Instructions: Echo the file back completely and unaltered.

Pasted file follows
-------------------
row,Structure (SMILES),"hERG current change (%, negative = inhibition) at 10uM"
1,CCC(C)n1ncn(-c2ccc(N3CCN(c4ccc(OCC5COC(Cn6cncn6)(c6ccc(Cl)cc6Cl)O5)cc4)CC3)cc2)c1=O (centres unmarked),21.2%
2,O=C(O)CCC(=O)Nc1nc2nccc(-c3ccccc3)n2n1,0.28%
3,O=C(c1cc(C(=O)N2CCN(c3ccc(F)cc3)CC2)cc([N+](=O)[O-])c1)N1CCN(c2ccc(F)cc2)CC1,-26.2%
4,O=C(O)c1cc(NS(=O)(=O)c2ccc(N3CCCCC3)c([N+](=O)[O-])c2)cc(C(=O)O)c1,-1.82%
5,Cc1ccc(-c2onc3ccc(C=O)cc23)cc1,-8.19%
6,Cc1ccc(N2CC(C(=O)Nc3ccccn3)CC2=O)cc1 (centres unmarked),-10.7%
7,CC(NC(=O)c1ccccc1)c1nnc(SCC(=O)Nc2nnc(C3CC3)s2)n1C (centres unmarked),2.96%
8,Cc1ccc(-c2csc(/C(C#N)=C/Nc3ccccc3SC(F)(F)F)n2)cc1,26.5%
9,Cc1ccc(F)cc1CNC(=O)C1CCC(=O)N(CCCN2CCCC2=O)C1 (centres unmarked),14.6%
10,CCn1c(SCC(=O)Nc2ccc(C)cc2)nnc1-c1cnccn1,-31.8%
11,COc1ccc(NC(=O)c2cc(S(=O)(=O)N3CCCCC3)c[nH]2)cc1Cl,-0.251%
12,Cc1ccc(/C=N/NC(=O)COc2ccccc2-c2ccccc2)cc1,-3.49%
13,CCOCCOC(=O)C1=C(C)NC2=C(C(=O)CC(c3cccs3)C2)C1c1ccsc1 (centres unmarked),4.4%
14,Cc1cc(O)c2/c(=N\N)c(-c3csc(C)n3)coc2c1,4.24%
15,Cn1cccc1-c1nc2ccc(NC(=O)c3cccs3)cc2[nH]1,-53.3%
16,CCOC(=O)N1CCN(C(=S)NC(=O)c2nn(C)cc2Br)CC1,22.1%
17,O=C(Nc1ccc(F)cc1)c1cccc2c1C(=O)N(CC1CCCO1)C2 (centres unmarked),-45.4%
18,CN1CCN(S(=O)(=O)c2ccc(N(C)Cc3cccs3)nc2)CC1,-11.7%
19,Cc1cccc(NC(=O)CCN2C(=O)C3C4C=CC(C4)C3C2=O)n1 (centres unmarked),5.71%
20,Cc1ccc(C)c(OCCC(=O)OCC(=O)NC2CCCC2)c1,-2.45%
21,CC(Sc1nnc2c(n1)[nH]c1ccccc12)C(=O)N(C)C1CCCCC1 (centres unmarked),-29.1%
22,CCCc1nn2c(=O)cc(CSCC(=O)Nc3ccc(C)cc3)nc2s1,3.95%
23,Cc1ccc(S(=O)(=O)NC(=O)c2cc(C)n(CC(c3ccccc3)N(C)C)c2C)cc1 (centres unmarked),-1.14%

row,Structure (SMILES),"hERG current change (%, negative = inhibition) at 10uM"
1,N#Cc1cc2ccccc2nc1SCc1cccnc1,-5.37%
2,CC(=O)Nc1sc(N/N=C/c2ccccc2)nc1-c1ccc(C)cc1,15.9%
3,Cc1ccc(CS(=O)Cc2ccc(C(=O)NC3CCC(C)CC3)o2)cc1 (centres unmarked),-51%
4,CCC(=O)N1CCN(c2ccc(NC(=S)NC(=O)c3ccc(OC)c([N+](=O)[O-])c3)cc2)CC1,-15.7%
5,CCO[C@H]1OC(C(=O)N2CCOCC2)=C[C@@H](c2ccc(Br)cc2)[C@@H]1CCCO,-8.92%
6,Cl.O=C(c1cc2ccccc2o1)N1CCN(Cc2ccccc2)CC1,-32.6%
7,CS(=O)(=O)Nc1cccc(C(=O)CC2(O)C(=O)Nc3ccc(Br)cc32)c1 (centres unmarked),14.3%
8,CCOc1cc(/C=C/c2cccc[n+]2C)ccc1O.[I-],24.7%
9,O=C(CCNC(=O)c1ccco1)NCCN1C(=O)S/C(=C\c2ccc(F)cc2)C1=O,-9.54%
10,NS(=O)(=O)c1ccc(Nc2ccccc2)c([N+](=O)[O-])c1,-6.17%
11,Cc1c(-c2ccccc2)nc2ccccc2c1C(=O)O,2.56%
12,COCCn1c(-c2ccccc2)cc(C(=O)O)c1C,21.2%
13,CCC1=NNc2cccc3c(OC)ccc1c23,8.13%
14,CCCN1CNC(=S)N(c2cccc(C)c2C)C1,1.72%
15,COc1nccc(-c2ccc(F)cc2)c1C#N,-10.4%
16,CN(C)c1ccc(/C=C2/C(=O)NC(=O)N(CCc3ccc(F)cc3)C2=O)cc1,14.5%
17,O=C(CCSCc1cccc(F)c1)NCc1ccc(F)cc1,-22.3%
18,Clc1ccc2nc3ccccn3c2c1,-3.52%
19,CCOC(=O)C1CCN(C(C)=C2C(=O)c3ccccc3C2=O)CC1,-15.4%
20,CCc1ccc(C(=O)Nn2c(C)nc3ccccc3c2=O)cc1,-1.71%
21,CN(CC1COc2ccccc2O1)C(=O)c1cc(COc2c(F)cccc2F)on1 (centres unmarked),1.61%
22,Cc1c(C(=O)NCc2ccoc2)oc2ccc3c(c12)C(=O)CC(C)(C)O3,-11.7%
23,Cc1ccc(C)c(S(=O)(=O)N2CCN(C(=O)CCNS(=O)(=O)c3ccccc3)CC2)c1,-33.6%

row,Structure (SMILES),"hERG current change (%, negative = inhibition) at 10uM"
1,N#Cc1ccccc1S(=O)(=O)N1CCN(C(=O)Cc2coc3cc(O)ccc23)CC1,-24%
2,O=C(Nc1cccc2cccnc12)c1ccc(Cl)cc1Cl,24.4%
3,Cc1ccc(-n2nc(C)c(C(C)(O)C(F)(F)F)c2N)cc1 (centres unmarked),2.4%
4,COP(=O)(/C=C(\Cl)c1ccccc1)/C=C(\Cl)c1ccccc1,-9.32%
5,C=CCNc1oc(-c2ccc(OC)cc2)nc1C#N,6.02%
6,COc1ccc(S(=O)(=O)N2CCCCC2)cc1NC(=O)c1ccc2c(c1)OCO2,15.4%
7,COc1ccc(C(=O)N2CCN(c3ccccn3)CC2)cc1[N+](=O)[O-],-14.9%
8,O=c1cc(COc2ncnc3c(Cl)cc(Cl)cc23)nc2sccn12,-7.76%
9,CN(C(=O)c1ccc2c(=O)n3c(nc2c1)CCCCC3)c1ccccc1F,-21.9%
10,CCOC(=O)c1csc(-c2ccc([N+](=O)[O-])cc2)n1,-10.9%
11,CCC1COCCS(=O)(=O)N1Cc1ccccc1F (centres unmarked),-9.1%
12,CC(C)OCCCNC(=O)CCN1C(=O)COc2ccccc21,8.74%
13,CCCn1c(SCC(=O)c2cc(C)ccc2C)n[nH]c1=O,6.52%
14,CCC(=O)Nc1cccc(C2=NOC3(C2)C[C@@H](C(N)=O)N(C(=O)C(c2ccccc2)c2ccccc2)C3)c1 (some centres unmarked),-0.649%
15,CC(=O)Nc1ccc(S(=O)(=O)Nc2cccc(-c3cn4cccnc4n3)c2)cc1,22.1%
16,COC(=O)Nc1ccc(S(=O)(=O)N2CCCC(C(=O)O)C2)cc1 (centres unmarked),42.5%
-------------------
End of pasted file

row,Structure (SMILES),"hERG current change (%, negative = inhibition) at 10uM"
1,CCC(C)n1ncn(-c2ccc(N3CCN(c4ccc(OCC5COC(Cn6cncn6)(c6ccc(Cl)cc6Cl)O5)cc4)CC3)cc2)c1=O (centres unmarked),21.2%
2,O=C(O)CCC(=O)Nc1nc2nccc(-c3ccccc3)n2n1,0.28%
3,O=C(c1cc(C(=O)N2CCN(c3ccc(F)cc3)CC2)cc([N+](=O)[O-])c1)N1CCN(c2ccc(F)cc2)CC1,-26.2%
4,O=C(O)c1cc(NS(=O)(=O)c2ccc(N3CCCCC3)c([N+](=O)[O-])c2)cc(C(=O)O)c1,-1.82%
5,Cc1ccc(-c2onc3ccc(C=O)cc23)cc1,-8.19%
6,Cc1ccc(N2CC(C(=O)Nc3ccccn3)CC2=O)cc1 (centres unmarked),-10.7%
7,CC(NC(=O)c1ccccc1)c1nnc(SCC(=O)Nc2nnc(C3CC3)s2)n1C (centres unmarked),2.96%
8,Cc1ccc(-c2csc(/C(C#N)=C/Nc3ccccc3SC(F)(F)F)n2)cc1,26.5%
9,Cc1ccc(F)cc1CNC(=O)C1CCC(=O)N(CCCN2CCCC2=O)C1 (centres unmarked),14.6%
10,CCn1c(SCC(=O)Nc2ccc(C)cc2)nnc1-c1cnccn1,-31.8%
11,COc1ccc(NC(=O)c2cc(S(=O)(=O)N3CCCCC3)c[nH]2)cc1Cl,-0.251%
12,Cc1ccc(/C=N/NC(=O)COc2ccccc2-c2ccccc2)cc1,-3.49%
13,CCOCCOC(=O)C1=C(C)NC2=C(C(=O)CC(c3cccs3)C2)C1c1ccsc1 (centres unmarked),4.4%
14,Cc1cc(O)c2/c(=N\N)c(-c3csc(C)n3)coc2c1,4.24%
15,Cn1cccc1-c1nc2ccc(NC(=O)c3cccs3)cc2[nH]1,-53.3%
16,CCOC(=O)N1CCN(C(=S)NC(=O)c2nn(C)cc2Br)CC1,22.1%
17,O=C(Nc1ccc(F)cc1)c1cccc2c1C(=O)N(CC1CCCO1)C2 (centres unmarked),-45.4%
18,CN1CCN(S(=O)(=O)c2ccc(N(C)Cc3cccs3)nc2)CC1,-11.7%
19,Cc1cccc(NC(=O)CCN2C(=O)C3C4C=CC(C4)C3C2=O)n1 (centres unmarked),5.71%
20,Cc1ccc(C)c(OCCC(=O)OCC(=O)NC2CCCC2)c1,-2.45%
21,CC(Sc1nnc2c(n1)[nH]c1ccccc12)C(=O)N(C)C1CCCCC1 (centres unmarked),-29.1%
22,CCCc1nn2c(=O)cc(CSCC(=O)Nc3ccc(C)cc3)nc2s1,3.95%
23,Cc1ccc(S(=O)(=O)NC(=O)c2cc(C)n(CC(c3ccccc3)N(C)C)c2C)cc1 (centres unmarked),-1.14%

row,Structure (SMILES),"hERG current change (%, negative = inhibition) at 10uM"
1,N#Cc1cc2ccccc2nc1SCc1cccnc1,-5.37%
2,CC(=O)Nc1sc(N/N=C/c2ccccc2)nc1-c1ccc(C)cc1,15.9%
3,Cc1ccc(CS(=O)Cc2ccc(C(=O)NC3CCC(C)CC3)o2)cc1 (centres unmarked),-51%
4,CCC(=O)N1CCN(c2ccc(NC(=S)NC(=O)c3ccc(OC)c([N+](=O)[O-])c3)cc2)CC1,-15.7%
5,CCO[C@H]1OC(C(=O)N2CCOCC2)=C[C@@H](c2ccc(Br)cc2)[C@@H]1CCCO,-8.92%
6,Cl.O=C(c1cc2ccccc2o1)N1CCN(Cc2ccccc2)CC1,-32.6%
7,CS(=O)(=O)Nc1cccc(C(=O)CC2(O)C(=O)Nc3ccc(Br)cc32)c1 (centres unmarked),14.3%
8,CCOc1cc(/C=C/c2cccc[n+]2C)ccc1O.[I-],24.7%
9,O=C(CCNC(=O)c1ccco1)NCCN1C(=O)S/C(=C\c2ccc(F)cc2)C1=O,-9.54%
10,NS(=O)(=O)c1ccc(Nc2ccccc2)c([N+](=O)[O-])c1,-6.17%
11,Cc1c(-c2ccccc2)nc2ccccc2c1C(=O)O,2.56%
12,COCCn1c(-c2ccccc2)cc(C(=O)O)c1C,21.2%
13,CCC1=NNc2cccc3c(OC)ccc1c23,8.13%
14,CCCN1CNC(=S)N(c2cccc(C)c2C)C1,1.72%
15,COc1nccc(-c2ccc(F)cc2)c1C#N,-10.4%
16,CN(C)c1ccc(/C=C2/C(=O)NC(=O)N(CCc3ccc(F)cc3)C2=O)cc1,14.5%
17,O=C(CCSCc1cccc(F)c1)NCc1ccc(F)cc1,-22.3%
18,Clc1ccc2nc3ccccn3c2c1,-3.52%
19,CCOC(=O)C1CCN(C(C)=C2C(=O)c3ccccc3C2=O)CC1,-15.4%
20,CCc1ccc(C(=O)Nn2c(C)nc3ccccc3c2=O)cc1,-1.71%
21,CN(CC1COc2ccccc2O1)C(=O)c1cc(COc2c(F)cccc2F)on1 (centres unmarked),1.61%
22,Cc1c(C(=O)NCc2ccoc2)oc2ccc3c(c12)C(=O)CC(C)(C)O3,-11.7%
23,Cc1ccc(C)c(S(=O)(=O)N2CCN(C(=O)CCNS(=O)(=O)c3ccccc3)CC2)c1,-33.6%

row,Structure (SMILES),"hERG current change (%, negative = inhibition) at 10uM"
1,N#Cc1ccccc1S(=O)(=O)N1CCN(C(=O)Cc2coc3cc(O)ccc23)CC1,-24%
2,O=C(Nc1cccc2cccnc12)c1ccc(Cl)cc1Cl,24.4%
3,Cc1ccc(-n2nc(C)c(C(C)(O)C(F)(F)F)c2N)cc1 (centres unmarked),2.4%
4,COP(=O)(/C=C(\Cl)c1ccccc1)/C=C(\Cl)c1ccccc1,-9.32%
5,C=CCNc1oc(-c2ccc(OC)cc2)nc1C#N,6.02%
6,COc1ccc(S(=O)(=O)N2CCCCC2)cc1NC(=O)c1ccc2c(c1)OCO2,15.4%
7,COc1ccc(C(=O)N2CCN(c3ccccn3)CC2)cc1[N+](=O)[O-],-14.9%
8,O=c1cc(COc2ncnc3c(Cl)cc(Cl)cc23)nc2sccn12,-7.76%
9,CN(C(=O)c1ccc2c(=O)n3c(nc2c1)CCCCC3)c1ccccc1F,-21.9%
10,CCOC(=O)c1csc(-c2ccc([N+](=O)[O-])cc2)n1,-10.9%
11,CCC1COCCS(=O)(=O)N1Cc1ccccc1F (centres unmarked),-9.1%
12,CC(C)OCCCNC(=O)CCN1C(=O)COc2ccccc21,8.74%
13,CCCn1c(SCC(=O)c2cc(C)ccc2C)n[nH]c1=O,6.52%
14,CCC(=O)Nc1cccc(C2=NOC3(C2)C[C@@H](C(N)=O)N(C(=O)C(c2ccccc2)c2ccccc2)C3)c1 (some centres unmarked),-0.649%
15,CC(=O)Nc1ccc(S(=O)(=O)Nc2cccc(-c3cn4cccnc4n3)c2)cc1,22.1%
16,COC(=O)Nc1ccc(S(=O)(=O)N2CCCC(C(=O)O)C2)cc1 (centres unmarked),42.5%